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Is it groundbreaking public policy or a case of the law outpacing the clinical evidence?

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Is it groundbreaking public policy or a case of the law outpacing the clinical evidence?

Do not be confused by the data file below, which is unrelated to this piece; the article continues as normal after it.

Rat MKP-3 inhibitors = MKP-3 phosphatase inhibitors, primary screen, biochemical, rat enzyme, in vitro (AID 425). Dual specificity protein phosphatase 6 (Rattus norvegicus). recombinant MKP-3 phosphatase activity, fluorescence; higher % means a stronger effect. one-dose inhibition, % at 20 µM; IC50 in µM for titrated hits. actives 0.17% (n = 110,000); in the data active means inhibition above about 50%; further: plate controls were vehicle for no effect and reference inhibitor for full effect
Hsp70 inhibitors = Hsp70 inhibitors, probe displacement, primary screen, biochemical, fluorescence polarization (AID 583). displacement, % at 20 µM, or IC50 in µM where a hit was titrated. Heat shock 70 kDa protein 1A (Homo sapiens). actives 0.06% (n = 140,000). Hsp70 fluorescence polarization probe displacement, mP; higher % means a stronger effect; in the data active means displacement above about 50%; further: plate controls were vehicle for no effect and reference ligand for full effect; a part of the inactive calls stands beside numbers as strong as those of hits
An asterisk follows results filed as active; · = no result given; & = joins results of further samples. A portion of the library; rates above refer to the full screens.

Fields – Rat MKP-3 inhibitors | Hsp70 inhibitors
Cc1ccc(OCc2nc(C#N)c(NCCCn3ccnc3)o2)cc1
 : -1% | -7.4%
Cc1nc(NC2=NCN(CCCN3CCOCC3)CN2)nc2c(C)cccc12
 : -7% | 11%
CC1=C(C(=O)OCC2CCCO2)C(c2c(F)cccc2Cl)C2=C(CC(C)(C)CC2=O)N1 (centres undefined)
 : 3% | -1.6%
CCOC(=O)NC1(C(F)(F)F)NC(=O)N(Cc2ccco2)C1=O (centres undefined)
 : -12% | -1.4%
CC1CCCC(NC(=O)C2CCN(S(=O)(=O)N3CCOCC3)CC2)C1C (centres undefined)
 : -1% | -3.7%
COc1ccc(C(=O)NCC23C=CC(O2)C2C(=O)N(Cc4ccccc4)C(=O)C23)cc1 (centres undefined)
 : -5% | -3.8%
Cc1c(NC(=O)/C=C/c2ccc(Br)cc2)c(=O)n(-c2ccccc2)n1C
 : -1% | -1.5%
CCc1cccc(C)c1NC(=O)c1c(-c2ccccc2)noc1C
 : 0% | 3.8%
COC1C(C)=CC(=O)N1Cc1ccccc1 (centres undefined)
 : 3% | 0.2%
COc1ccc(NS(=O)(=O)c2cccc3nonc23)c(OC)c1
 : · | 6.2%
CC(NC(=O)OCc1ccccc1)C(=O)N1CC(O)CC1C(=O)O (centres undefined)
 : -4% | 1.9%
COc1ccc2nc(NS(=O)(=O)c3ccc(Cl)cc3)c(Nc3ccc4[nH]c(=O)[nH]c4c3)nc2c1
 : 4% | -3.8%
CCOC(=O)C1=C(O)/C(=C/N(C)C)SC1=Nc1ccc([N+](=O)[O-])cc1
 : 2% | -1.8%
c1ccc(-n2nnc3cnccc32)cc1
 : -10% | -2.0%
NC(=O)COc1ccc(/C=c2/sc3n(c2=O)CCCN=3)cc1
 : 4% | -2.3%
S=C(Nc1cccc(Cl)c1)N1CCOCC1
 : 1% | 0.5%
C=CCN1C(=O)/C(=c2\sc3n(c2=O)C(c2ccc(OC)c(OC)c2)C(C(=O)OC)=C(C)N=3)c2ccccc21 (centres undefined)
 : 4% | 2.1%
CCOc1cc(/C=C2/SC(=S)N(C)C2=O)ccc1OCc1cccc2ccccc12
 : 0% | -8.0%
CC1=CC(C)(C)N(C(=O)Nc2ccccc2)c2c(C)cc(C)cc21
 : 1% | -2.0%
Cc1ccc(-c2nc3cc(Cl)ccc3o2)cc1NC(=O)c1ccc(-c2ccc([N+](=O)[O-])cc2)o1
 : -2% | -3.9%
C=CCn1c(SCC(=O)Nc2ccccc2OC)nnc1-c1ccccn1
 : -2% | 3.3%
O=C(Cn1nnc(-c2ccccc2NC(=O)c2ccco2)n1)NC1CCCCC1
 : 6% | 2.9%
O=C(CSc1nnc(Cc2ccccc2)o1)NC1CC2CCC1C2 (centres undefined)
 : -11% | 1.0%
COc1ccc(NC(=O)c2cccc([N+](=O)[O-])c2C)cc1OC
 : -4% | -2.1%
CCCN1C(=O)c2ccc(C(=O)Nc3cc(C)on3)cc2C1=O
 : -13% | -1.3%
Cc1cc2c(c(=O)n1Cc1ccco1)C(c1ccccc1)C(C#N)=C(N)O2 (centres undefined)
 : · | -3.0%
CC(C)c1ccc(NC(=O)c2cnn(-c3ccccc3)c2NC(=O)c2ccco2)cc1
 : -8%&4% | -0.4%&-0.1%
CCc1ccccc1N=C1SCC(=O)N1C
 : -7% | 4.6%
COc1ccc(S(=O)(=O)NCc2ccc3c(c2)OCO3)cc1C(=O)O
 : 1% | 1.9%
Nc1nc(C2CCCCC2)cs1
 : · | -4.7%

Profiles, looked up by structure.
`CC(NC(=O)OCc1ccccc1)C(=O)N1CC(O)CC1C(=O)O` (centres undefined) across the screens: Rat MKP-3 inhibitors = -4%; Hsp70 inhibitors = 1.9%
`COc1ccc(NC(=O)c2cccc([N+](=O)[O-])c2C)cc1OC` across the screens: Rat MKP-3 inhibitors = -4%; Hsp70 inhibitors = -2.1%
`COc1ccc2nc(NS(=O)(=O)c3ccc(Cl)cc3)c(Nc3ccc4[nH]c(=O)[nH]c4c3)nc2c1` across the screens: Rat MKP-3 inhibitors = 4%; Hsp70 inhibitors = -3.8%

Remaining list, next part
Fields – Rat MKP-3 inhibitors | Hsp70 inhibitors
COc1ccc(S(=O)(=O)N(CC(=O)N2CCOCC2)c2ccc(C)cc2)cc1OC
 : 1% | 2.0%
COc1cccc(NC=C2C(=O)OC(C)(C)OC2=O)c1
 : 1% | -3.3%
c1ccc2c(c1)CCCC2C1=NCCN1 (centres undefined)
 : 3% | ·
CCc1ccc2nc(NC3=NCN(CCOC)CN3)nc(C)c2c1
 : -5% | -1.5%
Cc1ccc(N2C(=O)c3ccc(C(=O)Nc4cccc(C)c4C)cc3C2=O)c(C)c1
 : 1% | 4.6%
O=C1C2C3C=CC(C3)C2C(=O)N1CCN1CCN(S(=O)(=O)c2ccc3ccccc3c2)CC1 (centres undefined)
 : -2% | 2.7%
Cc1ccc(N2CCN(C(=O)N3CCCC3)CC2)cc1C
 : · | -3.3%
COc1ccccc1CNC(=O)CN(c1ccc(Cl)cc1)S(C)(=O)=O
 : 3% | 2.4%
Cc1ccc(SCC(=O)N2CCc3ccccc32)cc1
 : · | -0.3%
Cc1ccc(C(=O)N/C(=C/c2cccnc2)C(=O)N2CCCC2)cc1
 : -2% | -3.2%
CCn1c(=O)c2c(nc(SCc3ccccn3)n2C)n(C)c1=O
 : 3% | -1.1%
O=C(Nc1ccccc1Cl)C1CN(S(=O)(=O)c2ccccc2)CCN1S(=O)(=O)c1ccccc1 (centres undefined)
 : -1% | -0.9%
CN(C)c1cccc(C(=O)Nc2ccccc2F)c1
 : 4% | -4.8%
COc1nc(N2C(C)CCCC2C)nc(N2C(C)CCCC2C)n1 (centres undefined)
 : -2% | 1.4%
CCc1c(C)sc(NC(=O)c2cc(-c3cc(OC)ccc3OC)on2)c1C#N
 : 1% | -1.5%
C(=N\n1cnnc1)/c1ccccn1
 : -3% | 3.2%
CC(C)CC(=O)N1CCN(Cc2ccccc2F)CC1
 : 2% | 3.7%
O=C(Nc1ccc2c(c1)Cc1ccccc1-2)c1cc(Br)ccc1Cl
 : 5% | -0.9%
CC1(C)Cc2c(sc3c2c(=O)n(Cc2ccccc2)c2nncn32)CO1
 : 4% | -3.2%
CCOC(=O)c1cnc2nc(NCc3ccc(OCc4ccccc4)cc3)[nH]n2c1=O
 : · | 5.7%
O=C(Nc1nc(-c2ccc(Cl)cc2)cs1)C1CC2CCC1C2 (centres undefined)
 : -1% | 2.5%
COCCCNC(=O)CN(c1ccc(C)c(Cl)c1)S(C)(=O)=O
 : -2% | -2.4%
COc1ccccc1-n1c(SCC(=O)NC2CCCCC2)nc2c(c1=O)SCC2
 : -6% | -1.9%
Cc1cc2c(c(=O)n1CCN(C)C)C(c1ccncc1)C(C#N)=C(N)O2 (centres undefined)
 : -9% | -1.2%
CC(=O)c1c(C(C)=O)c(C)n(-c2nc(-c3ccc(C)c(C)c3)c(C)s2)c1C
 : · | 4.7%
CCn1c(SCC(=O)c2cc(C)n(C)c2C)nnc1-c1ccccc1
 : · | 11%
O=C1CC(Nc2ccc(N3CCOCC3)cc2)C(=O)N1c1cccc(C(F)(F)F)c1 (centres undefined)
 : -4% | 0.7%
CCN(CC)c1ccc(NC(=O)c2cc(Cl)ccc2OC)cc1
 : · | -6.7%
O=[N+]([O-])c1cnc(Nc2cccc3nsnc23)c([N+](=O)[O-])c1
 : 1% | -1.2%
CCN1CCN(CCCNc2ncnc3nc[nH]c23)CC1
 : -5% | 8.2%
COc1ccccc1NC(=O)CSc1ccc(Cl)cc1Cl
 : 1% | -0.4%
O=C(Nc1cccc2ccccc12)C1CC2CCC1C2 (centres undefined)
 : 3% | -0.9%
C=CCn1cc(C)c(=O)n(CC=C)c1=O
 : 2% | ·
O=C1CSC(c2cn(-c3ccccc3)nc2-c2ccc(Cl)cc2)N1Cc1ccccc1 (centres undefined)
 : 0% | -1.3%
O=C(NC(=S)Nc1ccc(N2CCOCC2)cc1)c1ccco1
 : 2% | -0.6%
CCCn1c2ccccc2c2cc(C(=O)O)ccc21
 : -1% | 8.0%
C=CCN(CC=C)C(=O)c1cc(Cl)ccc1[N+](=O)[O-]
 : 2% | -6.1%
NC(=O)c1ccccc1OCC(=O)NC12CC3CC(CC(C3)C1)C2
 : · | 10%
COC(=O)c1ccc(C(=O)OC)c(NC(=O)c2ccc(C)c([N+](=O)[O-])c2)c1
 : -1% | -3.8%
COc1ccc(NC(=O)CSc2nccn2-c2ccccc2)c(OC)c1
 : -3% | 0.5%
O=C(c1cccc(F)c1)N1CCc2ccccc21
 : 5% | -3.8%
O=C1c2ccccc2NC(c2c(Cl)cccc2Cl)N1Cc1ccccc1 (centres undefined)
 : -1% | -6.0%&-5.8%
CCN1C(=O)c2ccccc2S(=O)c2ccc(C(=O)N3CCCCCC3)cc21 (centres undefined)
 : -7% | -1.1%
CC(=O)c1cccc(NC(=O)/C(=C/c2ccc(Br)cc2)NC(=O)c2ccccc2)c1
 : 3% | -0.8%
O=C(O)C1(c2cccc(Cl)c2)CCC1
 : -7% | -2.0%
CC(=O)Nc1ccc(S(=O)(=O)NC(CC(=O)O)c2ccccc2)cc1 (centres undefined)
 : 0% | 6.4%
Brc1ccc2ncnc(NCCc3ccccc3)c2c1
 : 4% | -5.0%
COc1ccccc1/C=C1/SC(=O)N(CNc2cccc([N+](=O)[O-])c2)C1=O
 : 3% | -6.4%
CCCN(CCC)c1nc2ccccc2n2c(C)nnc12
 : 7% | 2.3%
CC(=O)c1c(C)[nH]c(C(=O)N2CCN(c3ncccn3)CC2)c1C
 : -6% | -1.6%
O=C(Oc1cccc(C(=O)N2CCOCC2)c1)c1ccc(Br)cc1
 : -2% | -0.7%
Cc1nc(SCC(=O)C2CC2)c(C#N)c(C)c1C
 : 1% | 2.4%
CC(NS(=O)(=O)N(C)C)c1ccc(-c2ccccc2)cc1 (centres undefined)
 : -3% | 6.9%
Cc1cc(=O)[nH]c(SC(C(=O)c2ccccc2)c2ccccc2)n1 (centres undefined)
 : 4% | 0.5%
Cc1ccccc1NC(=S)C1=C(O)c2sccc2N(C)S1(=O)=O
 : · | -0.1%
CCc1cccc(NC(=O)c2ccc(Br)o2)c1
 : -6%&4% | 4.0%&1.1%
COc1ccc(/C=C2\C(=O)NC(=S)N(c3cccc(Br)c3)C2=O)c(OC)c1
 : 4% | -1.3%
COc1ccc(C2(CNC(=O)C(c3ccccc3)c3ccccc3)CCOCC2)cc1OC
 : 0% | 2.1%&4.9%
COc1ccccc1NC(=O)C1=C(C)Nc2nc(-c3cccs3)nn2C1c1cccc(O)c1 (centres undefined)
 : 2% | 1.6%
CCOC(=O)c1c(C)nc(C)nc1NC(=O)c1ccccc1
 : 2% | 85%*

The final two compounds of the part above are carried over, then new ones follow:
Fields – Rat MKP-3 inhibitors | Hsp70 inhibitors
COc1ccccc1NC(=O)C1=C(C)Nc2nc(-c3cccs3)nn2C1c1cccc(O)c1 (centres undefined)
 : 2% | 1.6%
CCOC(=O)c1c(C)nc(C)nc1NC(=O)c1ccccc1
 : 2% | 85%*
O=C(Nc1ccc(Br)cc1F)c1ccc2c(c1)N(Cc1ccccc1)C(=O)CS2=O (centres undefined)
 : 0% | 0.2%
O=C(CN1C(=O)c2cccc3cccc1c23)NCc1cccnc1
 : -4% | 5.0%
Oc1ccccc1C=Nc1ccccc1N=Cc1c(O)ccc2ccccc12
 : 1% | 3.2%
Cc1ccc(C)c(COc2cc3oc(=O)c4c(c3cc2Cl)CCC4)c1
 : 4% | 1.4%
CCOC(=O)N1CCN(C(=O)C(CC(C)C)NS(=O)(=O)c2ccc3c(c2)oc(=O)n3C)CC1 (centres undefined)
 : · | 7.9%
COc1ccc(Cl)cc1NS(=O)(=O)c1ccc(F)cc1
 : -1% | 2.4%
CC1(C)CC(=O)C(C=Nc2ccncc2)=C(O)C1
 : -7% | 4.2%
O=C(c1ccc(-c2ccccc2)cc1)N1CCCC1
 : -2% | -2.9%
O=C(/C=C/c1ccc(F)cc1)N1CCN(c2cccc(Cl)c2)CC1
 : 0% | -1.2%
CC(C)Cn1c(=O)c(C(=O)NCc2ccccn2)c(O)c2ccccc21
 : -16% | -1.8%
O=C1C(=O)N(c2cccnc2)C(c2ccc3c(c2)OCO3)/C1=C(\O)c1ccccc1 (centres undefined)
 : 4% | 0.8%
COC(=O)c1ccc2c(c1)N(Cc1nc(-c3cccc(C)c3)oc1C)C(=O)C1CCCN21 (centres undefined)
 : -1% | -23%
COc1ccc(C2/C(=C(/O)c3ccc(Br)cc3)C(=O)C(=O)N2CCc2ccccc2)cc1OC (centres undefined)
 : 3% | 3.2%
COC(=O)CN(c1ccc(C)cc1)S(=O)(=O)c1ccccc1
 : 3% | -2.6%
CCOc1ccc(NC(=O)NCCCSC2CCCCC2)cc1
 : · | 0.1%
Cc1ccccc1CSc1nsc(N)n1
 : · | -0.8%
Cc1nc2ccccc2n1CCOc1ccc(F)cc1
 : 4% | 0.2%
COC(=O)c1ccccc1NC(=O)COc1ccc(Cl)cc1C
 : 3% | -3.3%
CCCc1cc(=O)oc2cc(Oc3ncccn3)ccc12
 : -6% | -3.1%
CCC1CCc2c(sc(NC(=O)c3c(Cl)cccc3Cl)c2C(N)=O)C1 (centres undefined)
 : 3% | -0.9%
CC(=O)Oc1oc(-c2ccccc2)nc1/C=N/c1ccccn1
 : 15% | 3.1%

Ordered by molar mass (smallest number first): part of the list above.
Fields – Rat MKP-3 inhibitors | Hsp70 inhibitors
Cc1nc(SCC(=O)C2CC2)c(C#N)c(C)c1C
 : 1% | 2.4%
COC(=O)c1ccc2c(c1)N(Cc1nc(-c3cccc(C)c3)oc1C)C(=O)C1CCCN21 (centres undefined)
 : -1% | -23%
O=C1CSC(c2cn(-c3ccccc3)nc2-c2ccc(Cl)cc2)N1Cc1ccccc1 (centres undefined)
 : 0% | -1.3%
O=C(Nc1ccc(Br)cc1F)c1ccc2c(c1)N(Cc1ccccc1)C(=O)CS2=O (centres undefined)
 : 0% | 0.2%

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The Texas Heart Attack Prevention Bill (HB 1290) mandates that all health benefit providers in the state provide a minimum of $200 per individual every five years to cover the cost of CT coronary artery calcium (CAC) scans or carotid ultrasound studies. The coverage must be offered to men between the ages of 45 and 76 and women between the ages 55 to 76, as well as anyone else who has diabetes or is deemed to be at intermediate risk or higher for developing coronary artery disease per the Framingham risk score. The controversial bill (click here for complete text in PDF file) was signed into law by Gov. Rick Perry on June 23. The first of its kind in the U.S., it was passed in early June by both houses in the Texas Legislature after being introduced twice and withdrawn once. Filed by Rep. René Oliveira (R-Brownsville) on his first day back at work from coronary artery bypass surgery, the legislation was modeled on the Screening for Heart Attack Prevention and Education (SHAPE) task for

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